Using smaller, more mild dosages, trying different types of compounds, and building up your internal magnesium stores slowly, are all things to consider if you are dealing with a mild allergic reaction to magnesium.

In terms of our Ancient Minerals line specifically, try diluting the magnesium further than what is suggested in the instructions – for the magnesium oil, you could try a dilution of 25/75 rather than the 50/50 that we suggest in the application guide. If that is still too strong, you can try diluting it further or simply stick to an application such our bath flakes.

If you are in the small group of people that are extremely allergic, however, use of magnesium even in small amounts would not be recommended (obviously).

If I’m allergic to one magnesium compound, does that mean that I’m allergic to all of them?

No, it’s very possible that you could simply be allergic to that specific compound. There are over 20 different forms of magnesium available as supplements – depending on your reaction, you could try switching to a different form. However, please consult with your physician should you decide to explore that route.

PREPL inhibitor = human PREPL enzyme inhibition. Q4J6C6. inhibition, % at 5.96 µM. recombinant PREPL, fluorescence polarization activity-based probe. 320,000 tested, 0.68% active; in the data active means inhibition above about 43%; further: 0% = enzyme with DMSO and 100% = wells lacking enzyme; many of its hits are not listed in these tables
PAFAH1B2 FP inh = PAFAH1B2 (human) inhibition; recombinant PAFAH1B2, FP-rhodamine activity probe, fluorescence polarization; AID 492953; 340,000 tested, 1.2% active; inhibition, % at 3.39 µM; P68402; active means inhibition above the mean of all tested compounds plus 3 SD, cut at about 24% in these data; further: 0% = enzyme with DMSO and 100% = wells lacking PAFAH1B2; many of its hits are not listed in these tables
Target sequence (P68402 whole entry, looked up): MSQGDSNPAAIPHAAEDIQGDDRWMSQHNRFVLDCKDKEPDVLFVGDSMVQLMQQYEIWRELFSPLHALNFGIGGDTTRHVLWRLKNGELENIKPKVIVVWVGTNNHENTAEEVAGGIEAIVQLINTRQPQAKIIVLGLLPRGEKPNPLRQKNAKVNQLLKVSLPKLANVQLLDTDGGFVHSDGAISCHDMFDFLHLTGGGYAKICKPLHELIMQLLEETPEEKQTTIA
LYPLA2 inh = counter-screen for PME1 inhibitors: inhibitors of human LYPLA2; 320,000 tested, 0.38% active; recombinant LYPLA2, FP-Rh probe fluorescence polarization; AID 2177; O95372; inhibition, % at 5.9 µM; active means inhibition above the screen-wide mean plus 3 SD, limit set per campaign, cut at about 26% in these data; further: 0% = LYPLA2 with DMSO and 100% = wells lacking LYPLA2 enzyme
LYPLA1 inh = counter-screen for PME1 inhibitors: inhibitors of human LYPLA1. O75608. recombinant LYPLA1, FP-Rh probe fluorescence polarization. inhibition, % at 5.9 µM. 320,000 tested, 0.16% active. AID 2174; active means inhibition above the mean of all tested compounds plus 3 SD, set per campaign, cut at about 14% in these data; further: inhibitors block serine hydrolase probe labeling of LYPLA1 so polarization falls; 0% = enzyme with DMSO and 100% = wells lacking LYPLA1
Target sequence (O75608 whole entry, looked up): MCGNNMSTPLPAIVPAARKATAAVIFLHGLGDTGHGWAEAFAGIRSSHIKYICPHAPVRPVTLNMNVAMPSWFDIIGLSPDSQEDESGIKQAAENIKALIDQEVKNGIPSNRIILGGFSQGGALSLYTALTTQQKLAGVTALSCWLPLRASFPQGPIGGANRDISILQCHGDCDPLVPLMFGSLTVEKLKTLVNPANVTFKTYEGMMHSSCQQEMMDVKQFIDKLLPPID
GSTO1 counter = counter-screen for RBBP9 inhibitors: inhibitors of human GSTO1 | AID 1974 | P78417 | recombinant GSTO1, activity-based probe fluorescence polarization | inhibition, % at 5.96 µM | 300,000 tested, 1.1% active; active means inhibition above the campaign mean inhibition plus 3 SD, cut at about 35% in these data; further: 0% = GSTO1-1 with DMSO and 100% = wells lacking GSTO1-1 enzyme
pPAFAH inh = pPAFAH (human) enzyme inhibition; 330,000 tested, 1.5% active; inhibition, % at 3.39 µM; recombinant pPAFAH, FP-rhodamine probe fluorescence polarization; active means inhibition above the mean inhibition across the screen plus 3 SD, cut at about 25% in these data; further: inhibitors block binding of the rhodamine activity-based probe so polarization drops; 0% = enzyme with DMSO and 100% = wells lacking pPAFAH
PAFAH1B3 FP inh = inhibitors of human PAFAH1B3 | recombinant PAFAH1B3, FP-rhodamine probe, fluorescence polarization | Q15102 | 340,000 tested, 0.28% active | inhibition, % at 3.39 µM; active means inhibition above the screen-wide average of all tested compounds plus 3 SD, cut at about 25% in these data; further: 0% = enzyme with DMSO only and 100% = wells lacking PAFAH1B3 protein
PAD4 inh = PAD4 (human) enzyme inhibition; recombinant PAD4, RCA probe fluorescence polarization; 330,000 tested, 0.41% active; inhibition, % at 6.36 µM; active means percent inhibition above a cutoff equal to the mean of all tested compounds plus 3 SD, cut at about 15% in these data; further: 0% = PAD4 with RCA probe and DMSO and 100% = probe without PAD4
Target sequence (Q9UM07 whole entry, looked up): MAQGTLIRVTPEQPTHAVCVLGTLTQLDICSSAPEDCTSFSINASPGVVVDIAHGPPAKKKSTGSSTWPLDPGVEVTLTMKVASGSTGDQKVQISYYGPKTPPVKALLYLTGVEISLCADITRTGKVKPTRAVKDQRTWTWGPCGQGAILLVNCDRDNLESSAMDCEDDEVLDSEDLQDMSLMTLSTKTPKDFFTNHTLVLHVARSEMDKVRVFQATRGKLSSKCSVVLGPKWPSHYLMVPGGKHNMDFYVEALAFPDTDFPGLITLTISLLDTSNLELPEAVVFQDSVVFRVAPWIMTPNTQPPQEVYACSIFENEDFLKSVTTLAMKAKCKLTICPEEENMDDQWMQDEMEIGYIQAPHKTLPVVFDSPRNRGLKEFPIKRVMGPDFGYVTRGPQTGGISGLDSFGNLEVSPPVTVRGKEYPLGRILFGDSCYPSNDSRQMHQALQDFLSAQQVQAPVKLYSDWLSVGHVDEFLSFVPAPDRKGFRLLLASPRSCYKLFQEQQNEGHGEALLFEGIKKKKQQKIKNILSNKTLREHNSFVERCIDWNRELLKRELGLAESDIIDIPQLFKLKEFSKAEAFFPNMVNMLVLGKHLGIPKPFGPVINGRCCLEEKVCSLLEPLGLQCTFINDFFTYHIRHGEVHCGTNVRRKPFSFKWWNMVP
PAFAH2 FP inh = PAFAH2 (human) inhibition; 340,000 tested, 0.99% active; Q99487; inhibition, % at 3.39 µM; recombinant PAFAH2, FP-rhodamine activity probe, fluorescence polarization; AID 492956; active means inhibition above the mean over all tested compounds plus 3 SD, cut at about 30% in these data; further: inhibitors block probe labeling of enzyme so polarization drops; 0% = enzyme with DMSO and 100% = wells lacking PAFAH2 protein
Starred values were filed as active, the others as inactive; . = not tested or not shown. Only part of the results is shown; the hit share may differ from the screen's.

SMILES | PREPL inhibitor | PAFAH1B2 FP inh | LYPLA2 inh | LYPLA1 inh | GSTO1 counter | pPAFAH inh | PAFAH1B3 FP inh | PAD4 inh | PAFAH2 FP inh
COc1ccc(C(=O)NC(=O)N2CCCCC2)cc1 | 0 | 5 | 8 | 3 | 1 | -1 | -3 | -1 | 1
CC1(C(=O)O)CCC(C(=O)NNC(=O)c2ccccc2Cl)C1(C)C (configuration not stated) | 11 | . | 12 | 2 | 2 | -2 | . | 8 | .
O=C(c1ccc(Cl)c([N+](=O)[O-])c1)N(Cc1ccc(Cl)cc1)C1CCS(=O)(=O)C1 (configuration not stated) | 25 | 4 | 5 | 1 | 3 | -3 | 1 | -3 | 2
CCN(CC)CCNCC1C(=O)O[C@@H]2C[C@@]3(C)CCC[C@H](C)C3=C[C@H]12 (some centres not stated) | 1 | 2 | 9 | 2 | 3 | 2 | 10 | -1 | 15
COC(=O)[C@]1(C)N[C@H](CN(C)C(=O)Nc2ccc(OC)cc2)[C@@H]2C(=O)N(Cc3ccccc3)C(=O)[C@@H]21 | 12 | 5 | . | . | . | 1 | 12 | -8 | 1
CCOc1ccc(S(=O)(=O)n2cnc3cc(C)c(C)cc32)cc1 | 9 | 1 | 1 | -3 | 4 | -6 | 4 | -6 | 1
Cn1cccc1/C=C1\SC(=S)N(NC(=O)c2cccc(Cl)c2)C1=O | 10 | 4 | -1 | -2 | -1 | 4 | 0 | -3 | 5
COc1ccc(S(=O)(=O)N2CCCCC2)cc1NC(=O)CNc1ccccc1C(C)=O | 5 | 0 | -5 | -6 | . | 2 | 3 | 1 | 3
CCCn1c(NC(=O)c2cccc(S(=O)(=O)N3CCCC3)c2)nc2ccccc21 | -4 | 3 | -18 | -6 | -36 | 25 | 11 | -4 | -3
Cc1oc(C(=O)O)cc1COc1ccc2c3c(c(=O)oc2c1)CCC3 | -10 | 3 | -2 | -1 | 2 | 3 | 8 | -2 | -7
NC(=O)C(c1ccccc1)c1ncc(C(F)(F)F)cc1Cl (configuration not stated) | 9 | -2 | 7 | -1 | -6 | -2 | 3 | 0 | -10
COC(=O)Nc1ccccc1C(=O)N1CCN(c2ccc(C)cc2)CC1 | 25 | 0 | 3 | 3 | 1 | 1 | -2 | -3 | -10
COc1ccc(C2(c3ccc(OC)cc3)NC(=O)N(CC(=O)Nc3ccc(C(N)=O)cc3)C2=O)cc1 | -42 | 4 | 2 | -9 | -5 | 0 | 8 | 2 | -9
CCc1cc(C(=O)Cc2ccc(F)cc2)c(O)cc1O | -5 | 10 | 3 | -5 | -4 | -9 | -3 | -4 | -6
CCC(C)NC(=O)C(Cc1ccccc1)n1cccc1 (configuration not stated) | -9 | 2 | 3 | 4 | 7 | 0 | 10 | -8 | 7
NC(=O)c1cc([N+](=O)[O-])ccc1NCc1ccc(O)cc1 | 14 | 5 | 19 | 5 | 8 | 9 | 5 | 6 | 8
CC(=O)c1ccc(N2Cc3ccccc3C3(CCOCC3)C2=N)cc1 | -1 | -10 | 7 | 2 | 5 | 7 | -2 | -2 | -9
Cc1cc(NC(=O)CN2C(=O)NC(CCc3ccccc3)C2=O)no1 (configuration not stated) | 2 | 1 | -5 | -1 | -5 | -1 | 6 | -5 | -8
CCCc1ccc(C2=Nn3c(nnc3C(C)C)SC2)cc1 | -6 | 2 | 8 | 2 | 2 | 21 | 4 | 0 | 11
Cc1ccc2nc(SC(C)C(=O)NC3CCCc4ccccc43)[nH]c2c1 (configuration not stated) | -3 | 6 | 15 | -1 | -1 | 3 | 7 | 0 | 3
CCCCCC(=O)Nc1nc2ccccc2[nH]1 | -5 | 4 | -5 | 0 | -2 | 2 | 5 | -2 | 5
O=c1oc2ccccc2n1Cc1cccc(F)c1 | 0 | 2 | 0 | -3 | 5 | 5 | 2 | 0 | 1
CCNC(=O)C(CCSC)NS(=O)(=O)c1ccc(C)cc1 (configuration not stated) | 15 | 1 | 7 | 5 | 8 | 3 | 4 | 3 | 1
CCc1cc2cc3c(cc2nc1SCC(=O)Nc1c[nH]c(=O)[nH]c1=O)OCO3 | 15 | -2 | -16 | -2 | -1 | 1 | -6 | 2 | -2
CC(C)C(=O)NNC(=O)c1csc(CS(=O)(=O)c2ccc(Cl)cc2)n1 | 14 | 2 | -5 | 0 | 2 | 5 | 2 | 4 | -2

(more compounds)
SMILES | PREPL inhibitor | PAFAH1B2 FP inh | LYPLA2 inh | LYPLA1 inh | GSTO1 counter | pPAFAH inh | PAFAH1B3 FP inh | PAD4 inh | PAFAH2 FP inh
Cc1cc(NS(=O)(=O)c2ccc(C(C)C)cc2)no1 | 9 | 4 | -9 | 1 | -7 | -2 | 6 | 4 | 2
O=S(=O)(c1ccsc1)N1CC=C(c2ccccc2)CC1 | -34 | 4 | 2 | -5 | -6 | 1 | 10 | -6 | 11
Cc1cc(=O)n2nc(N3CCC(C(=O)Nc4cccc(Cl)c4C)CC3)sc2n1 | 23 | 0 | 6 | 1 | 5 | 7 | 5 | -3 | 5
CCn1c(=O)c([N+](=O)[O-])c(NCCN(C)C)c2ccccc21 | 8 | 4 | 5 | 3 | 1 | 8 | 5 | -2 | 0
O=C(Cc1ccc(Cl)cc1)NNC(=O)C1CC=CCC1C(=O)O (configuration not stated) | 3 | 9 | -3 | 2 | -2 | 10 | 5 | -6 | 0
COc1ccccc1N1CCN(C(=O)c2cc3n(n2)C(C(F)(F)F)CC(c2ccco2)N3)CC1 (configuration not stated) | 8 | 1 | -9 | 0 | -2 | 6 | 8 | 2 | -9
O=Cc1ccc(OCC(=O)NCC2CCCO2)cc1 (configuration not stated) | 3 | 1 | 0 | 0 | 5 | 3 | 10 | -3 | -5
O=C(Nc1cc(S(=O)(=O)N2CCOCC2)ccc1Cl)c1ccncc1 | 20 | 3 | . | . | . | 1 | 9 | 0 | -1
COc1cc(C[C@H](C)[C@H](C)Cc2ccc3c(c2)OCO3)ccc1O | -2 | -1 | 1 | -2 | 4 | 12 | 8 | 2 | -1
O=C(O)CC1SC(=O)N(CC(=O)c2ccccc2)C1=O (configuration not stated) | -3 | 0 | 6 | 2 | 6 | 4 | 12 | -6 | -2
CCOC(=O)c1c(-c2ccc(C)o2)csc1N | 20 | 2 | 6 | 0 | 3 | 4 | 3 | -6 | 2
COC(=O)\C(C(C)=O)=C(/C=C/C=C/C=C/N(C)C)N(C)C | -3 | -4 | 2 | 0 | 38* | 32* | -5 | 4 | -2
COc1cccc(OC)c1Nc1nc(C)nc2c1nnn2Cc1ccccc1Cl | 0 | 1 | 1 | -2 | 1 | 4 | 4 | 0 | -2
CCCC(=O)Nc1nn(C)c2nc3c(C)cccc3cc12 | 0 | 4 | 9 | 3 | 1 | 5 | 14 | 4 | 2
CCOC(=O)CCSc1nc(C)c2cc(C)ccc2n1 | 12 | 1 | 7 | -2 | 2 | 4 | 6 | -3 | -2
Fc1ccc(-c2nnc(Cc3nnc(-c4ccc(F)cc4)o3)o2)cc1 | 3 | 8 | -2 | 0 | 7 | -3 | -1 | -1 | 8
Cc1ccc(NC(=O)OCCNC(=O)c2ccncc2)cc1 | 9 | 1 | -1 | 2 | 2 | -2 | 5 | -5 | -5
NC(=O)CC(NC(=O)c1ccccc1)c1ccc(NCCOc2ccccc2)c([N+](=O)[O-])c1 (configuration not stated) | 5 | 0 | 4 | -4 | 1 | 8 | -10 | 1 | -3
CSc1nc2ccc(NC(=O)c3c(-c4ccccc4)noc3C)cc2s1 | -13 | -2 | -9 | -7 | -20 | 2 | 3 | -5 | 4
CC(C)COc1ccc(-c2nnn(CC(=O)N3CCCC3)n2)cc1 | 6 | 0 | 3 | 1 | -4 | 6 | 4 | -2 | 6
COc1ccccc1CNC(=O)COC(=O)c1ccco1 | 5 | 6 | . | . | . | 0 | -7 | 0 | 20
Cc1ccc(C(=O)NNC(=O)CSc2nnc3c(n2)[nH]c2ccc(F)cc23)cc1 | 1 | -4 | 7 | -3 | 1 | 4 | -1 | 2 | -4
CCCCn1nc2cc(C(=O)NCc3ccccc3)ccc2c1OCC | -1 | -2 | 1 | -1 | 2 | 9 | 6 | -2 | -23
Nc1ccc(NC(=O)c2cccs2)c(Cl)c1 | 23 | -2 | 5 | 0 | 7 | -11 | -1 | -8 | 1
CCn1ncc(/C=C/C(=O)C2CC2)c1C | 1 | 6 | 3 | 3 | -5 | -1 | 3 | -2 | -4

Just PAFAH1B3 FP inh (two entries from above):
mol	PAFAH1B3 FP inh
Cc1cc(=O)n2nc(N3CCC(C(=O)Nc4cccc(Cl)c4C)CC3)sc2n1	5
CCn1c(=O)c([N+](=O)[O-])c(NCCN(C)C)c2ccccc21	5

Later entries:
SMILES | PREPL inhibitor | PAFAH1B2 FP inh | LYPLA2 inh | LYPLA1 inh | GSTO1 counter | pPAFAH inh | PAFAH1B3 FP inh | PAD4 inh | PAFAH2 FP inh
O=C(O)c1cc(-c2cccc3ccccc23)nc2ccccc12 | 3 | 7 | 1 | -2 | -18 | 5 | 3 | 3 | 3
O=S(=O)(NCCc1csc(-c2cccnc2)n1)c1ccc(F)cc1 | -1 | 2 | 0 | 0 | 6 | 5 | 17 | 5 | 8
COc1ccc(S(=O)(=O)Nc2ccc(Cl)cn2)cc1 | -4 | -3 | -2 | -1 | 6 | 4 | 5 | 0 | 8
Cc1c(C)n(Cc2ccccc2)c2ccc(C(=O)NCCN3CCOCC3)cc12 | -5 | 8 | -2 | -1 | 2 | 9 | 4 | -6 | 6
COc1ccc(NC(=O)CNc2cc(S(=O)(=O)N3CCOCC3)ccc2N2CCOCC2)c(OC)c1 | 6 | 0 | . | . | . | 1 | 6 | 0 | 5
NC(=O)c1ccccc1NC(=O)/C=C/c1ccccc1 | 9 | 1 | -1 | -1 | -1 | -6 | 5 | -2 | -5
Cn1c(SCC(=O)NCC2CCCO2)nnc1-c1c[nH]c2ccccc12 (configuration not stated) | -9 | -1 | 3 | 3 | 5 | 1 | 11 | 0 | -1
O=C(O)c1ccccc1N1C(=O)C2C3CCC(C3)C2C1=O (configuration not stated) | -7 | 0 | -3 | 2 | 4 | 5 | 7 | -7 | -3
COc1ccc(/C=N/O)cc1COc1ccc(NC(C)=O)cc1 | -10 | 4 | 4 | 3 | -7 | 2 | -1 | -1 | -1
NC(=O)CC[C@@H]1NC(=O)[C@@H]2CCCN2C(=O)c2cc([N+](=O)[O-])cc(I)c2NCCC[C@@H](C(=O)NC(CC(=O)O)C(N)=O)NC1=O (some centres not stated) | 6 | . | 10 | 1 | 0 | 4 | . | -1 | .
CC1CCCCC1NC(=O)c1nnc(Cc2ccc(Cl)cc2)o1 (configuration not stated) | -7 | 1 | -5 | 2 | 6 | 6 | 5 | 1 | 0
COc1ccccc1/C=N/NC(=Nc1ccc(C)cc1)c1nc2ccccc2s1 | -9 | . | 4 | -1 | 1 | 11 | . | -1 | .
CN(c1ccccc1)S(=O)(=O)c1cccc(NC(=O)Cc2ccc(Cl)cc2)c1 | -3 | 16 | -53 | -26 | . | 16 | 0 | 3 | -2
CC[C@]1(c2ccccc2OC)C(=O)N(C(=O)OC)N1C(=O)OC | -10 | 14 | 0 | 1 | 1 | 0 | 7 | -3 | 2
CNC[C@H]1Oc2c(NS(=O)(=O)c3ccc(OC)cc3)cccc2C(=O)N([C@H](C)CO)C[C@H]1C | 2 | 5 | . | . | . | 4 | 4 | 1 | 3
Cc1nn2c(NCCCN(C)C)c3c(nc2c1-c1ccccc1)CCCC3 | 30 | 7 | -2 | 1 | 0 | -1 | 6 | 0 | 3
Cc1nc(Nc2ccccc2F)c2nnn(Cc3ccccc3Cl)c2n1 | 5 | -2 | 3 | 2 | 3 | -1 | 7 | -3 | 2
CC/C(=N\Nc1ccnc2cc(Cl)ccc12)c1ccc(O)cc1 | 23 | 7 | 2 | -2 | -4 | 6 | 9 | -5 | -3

If I’m allergic to magnesium supplements, does that mean that I’m allergic to foods containing it as well?

No. The oddest aspect of hypersensitivity to magnesium is that, unlike normal allergies, it usually* does not include magnesium-rich foods. For this reason, those who have found themselves highly allergic to magnesium supplements are usually sent to a dietician to help them plan out meals geared specifically towards meeting their magnesium needs.

*I say “usually” because I have not found evidence that supports a complete negation on this, but neither have I found any to support a response to the positive.


If you have any questions or comments on this topic, feel free to call, email, or simply comment.

Please Note: If you suspect that you may have an allergy to magnesium, it is recommended that you see your doctor for allergy testing.

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  • Amber

    Hello,
    I recently purchased Ancient Minerals Magnesium Oil and excitedly slathered by body with it, only to find the next day that the areas covered had come up in a rash – not Hives, but rather very fine red dots. I very rarely react to anything so this is rather curious to me. I use only natural, organic skin care products. Could it be a cleansing reaction? I have taken Magnesium supplements of several varieties and never had a rash or clear reaction before, with the exception of (excuse me), loose bowel movements if I overdo it. I would appreciate any guidance/support. Thanks in advance.